CFMA Building Profits Magazine
By James M. Benham, Chief Executive Officer of JBKnowledge, Inc.
The 2014 Construction Technology Report conducted by JBKnowledge (in partnership with CFMA and Texas A&M University’s Construction Science Department) recently investigated how more than 1,000 contractors are using, funding, and implementing information technology (IT).
More than 30% of construction companies surveyed said that their 2014 IT budget as a percentage of 2013 corporate revenue is less than 1%. Interestingly, the size of the company did not impact the IT budget allocation; the majority of companies with the largest sales volumes (more than $500 million) still only allot less than 1% of corporate revenue to IT.
What does this imply for contractors, their IT departments, and their IT users (i.e., employees)? While the availability, functionality, and affordability of IT is consistently improving, attitudes toward IT spending are not.
IT Budget & Staffing Trends
Minimal IT budgets mean minimal IT staffing. Nearly 60% of the survey respondents have a dedicated IT department. And, regardless of sales volume or IT budget, the average IT staff size is 1-5 people for companies with 1-1,000 total employees. (The number of employees dedicated to IT increases only in companies with more than 1,000 employees.) More than half of the companies maintained the same IT staff size in 2013 with plans to maintain the same size in 2014. Very few companies anticipated decreasing their IT staff in 2014.
What’s more interesting is how IT strategy is perceived. When asked how their company determines the number of employees dedicated to IT:
• 60% said it is a function of the number of total employees on staff,
• 33.5% said IT staffing depends on the number of technology solutions needing support,
• 25% said IT staffing depends on the size and scope of upcoming projects, and
• 4.7% said IT staffing depends on budget allowances.
Interestingly, the size of the company did not affect this ranking. The fact that many respondents confidently ranked those factors similarly is compelling, especially since the actual numbers they submitted indicate that IT staffing is in fact highly correlated to budget.
Cloud Software for Financial Management
Since the Construction Technology Report was first conducted in 2012, the use of cloud-based software in construction has doubled. Since then, accounting has remained the least likely department to adopt cloud technology. Furthermore, significantly fewer survey respondents in 2014 reported using QuickBooks, spreadsheets, and/or manual processes for accounting than in prior years. However, the number of respondents using a custom solution more than quadrupled since 2013, indicating companies may be abandoning spreadsheets for internally developed software.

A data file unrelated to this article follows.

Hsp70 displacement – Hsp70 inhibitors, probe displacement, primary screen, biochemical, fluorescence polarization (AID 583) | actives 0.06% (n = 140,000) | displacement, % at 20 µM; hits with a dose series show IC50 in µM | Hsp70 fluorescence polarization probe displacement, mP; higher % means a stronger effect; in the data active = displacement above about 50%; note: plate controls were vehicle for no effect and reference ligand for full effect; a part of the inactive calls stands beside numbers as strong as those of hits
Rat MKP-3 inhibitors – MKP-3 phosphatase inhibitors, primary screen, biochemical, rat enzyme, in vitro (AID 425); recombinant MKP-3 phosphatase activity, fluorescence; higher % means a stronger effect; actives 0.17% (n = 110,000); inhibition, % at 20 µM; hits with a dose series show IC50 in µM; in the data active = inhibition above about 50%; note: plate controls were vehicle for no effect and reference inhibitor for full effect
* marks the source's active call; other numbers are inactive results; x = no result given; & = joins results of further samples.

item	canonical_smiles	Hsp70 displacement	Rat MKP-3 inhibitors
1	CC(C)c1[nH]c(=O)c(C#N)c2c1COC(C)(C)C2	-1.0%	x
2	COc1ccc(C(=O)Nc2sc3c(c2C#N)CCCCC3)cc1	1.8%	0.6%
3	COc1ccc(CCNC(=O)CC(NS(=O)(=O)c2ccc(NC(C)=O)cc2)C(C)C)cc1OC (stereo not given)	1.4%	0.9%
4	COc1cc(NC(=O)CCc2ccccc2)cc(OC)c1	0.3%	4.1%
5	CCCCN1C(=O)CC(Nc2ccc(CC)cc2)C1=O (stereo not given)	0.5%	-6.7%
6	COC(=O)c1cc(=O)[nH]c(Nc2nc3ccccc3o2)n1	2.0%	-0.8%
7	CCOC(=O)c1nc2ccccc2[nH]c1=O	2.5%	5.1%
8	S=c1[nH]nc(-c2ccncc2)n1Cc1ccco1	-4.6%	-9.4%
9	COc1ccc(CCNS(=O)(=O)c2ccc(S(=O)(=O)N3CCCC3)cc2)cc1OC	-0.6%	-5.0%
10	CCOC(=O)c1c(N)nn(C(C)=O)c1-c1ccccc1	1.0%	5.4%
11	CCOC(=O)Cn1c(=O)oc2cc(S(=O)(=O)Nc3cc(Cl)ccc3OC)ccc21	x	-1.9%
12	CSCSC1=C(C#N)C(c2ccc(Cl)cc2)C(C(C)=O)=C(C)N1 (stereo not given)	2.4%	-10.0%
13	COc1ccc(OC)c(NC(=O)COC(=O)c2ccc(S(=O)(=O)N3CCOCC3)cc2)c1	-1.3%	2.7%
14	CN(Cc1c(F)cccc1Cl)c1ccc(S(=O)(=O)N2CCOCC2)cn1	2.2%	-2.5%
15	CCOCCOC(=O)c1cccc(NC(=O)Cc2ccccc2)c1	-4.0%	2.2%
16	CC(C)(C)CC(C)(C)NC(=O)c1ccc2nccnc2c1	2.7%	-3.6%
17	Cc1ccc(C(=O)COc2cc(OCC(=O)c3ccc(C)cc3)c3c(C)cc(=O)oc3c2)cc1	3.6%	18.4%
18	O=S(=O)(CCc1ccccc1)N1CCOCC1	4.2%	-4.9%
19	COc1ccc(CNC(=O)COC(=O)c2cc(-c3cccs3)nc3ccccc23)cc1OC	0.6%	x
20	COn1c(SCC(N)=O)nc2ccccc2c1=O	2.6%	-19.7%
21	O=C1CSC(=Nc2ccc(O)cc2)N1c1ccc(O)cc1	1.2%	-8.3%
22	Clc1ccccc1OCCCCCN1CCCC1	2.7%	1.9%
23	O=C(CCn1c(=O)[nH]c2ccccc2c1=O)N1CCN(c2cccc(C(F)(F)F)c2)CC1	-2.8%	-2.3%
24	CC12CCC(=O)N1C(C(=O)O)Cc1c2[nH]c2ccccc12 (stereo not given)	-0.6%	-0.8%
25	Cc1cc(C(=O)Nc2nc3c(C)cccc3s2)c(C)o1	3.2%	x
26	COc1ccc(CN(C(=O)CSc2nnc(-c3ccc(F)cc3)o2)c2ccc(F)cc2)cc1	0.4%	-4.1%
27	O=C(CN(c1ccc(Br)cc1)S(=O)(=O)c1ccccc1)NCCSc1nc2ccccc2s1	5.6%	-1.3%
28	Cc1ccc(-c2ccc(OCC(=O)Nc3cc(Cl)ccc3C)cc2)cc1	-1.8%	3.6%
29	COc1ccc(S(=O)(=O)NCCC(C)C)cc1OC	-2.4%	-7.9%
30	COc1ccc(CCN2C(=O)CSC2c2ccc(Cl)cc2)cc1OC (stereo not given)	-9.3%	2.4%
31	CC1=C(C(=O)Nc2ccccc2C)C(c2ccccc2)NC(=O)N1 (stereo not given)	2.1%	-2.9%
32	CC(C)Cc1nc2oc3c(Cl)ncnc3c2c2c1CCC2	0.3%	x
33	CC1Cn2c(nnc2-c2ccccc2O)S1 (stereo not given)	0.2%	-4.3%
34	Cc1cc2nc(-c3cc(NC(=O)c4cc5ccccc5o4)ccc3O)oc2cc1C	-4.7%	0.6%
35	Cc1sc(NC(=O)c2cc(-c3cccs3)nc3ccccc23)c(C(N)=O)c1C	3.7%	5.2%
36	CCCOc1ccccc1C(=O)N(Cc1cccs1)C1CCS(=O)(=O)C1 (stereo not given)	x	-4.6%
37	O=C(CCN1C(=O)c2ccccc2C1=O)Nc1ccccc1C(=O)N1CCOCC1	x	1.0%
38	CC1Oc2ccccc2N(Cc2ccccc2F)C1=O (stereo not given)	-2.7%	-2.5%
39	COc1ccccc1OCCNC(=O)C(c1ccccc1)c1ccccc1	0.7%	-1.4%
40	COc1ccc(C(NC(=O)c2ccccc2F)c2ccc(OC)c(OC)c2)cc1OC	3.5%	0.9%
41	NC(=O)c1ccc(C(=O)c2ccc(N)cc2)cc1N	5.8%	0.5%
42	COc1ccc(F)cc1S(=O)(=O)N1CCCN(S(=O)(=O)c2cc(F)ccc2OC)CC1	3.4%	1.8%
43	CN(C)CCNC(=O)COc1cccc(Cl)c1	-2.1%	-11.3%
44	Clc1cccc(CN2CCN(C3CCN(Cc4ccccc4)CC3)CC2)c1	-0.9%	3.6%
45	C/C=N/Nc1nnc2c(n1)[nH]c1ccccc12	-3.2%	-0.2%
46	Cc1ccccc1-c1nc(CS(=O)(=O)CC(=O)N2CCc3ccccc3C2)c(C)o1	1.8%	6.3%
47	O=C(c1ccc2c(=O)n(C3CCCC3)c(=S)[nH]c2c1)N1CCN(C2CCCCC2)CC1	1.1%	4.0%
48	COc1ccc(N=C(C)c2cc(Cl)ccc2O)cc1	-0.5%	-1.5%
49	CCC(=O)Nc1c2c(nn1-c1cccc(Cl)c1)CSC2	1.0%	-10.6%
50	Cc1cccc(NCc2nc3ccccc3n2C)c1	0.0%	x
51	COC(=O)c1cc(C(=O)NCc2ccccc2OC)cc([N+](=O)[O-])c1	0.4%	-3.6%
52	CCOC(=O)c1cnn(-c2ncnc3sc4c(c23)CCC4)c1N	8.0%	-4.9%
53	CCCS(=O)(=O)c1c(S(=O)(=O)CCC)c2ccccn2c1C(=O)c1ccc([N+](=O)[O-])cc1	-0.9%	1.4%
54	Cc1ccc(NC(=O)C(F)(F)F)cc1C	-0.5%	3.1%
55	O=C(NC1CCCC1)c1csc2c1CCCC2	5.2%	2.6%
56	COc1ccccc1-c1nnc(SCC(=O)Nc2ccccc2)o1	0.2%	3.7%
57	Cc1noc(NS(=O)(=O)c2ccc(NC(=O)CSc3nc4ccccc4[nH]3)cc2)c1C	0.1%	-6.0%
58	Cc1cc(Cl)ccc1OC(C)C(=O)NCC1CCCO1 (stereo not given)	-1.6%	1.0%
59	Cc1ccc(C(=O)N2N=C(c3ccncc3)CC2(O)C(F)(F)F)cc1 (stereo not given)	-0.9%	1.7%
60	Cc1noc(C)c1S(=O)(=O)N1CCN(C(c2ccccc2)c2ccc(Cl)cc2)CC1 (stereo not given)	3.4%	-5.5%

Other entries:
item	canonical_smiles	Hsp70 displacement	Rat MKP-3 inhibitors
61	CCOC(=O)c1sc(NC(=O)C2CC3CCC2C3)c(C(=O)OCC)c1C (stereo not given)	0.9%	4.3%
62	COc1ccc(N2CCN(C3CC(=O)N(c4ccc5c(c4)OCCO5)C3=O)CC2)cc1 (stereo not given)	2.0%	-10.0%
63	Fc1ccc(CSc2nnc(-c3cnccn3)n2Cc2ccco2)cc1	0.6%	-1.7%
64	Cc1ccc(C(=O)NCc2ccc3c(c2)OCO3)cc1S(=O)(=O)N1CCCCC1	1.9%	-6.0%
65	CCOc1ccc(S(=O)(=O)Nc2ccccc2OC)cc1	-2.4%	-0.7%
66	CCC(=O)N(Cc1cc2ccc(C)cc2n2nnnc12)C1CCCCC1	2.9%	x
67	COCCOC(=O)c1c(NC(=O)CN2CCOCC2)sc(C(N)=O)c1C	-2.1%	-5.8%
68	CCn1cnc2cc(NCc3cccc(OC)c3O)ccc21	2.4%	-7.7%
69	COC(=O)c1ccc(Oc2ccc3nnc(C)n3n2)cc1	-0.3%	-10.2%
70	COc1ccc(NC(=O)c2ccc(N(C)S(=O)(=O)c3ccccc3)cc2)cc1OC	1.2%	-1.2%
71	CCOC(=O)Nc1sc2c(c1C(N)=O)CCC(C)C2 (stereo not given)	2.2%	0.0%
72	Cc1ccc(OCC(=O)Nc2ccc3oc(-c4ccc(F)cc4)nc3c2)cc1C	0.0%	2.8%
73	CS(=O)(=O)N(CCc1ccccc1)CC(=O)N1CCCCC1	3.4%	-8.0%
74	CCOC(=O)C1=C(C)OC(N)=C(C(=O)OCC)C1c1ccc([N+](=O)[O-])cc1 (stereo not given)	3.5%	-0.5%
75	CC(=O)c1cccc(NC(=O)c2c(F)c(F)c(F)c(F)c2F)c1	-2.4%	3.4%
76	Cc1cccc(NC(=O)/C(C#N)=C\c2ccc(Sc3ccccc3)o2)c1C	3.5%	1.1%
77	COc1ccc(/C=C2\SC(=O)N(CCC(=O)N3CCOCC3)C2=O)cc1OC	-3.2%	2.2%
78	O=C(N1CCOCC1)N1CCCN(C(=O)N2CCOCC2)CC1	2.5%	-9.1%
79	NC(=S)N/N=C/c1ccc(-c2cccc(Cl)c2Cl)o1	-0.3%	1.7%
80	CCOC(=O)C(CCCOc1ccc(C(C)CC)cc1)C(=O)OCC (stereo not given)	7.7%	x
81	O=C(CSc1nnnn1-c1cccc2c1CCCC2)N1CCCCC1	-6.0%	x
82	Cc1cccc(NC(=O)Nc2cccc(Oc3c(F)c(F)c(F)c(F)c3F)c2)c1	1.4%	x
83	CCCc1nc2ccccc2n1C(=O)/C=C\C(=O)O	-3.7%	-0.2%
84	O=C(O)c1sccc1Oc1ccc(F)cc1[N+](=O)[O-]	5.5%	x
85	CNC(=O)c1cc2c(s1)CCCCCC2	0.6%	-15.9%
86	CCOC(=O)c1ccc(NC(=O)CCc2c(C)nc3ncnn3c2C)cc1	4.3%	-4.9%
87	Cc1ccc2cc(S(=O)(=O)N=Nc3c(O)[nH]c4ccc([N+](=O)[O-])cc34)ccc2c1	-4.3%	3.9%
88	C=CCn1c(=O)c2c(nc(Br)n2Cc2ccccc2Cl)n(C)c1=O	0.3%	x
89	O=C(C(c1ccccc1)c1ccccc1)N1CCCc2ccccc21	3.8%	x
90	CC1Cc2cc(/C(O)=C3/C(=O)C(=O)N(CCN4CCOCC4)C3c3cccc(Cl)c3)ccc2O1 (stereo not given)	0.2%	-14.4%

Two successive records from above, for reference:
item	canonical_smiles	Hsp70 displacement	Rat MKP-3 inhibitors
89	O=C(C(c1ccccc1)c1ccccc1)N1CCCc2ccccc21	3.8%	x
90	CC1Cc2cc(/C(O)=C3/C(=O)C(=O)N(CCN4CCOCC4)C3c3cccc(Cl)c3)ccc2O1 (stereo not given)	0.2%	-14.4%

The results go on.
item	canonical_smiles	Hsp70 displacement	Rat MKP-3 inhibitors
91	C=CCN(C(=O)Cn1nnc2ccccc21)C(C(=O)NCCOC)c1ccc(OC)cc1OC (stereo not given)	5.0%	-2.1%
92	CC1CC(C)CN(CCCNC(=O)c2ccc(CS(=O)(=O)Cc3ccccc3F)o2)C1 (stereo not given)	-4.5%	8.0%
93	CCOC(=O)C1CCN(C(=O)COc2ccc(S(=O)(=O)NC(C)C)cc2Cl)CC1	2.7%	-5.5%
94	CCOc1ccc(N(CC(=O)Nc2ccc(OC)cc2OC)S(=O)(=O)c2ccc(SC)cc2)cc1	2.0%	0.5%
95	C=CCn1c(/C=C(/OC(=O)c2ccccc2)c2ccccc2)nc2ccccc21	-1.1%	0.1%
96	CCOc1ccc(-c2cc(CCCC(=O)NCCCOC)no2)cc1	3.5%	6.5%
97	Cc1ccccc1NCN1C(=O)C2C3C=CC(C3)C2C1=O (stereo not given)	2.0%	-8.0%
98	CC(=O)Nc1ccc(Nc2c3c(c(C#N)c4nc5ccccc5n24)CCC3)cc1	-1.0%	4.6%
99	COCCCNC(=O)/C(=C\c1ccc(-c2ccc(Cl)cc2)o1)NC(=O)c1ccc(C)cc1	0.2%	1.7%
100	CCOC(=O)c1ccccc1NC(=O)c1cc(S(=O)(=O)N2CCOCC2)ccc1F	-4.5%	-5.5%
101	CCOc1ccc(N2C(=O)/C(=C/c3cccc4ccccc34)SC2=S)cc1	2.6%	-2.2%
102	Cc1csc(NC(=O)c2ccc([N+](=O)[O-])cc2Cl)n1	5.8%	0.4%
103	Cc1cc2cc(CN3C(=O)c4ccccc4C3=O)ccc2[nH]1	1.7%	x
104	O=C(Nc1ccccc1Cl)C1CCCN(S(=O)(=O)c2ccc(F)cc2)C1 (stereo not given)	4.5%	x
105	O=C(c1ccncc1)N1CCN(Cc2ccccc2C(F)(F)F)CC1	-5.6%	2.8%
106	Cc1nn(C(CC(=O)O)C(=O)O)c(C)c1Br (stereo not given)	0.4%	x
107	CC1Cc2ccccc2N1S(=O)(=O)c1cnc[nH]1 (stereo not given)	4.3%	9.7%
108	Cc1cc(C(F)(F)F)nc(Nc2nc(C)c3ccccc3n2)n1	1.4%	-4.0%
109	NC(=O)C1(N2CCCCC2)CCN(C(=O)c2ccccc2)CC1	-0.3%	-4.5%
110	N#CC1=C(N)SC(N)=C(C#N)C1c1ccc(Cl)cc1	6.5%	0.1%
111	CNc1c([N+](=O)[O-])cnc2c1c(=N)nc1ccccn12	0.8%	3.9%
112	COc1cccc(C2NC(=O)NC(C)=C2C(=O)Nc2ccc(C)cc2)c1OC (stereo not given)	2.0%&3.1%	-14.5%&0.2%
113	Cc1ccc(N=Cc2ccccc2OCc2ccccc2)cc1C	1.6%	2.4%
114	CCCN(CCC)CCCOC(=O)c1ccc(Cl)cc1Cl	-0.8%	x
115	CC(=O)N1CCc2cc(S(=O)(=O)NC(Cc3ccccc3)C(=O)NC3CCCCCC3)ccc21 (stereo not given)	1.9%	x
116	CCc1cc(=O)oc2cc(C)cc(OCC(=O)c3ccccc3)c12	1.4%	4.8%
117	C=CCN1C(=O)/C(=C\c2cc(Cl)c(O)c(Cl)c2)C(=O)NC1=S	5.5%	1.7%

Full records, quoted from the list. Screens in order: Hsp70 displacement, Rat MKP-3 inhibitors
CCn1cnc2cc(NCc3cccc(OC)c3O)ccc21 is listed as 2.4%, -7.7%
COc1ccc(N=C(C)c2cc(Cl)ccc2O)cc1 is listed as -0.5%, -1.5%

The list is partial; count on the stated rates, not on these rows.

The permission rate of cloud-based construction software has doubled since 2012. However, 40.5% of the survey respondents reported that their company had no cloud security policies in place and 22.6% said that they were unaware of any cloud security policies in place; 75% of those who said “I don’t know” also reported that their company had a dedicated IT department.
Despite companies allowing an increasing amount of data in the cloud, the policies and procedures that should accompany cloud usage are not increasing at the same rate. Contractors are using a higher number of cloud solutions than ever before, opting for mobile, remotely accessible data in place of desktop applications that require installation or CD-ROMs. Construction professionals are accessing their data via private and public cloud infrastructures and collaborating across departments (and continents).
Companies are adopting more and more cloud solutions without implementing the security policies to accompany them. Data is requested, transmitted, and manipulated by an increasing number of devices, people, and companies through the cloud and according to these survey results, less and less is known about the quality and security of that data.
Many companies now store their entire financial history using cloud solutions, from accounting ledgers to subcontractor financials to project change orders. All of these data points can reveal a company’s competitive advantage and should therefore receive the utmost in data security measures. The key is not to minimize cloud solutions. A rogue employee can copy secure data to a flash drive just as easily as he or she can upload it to the cloud. The key is to give cloud solutions the necessary attention and resources to work most efficiently for your company.
For more on this topic, read “How to Identify Threats & Protect Vital Project Data” in the September/October 2014 issue.
Data Integration Trends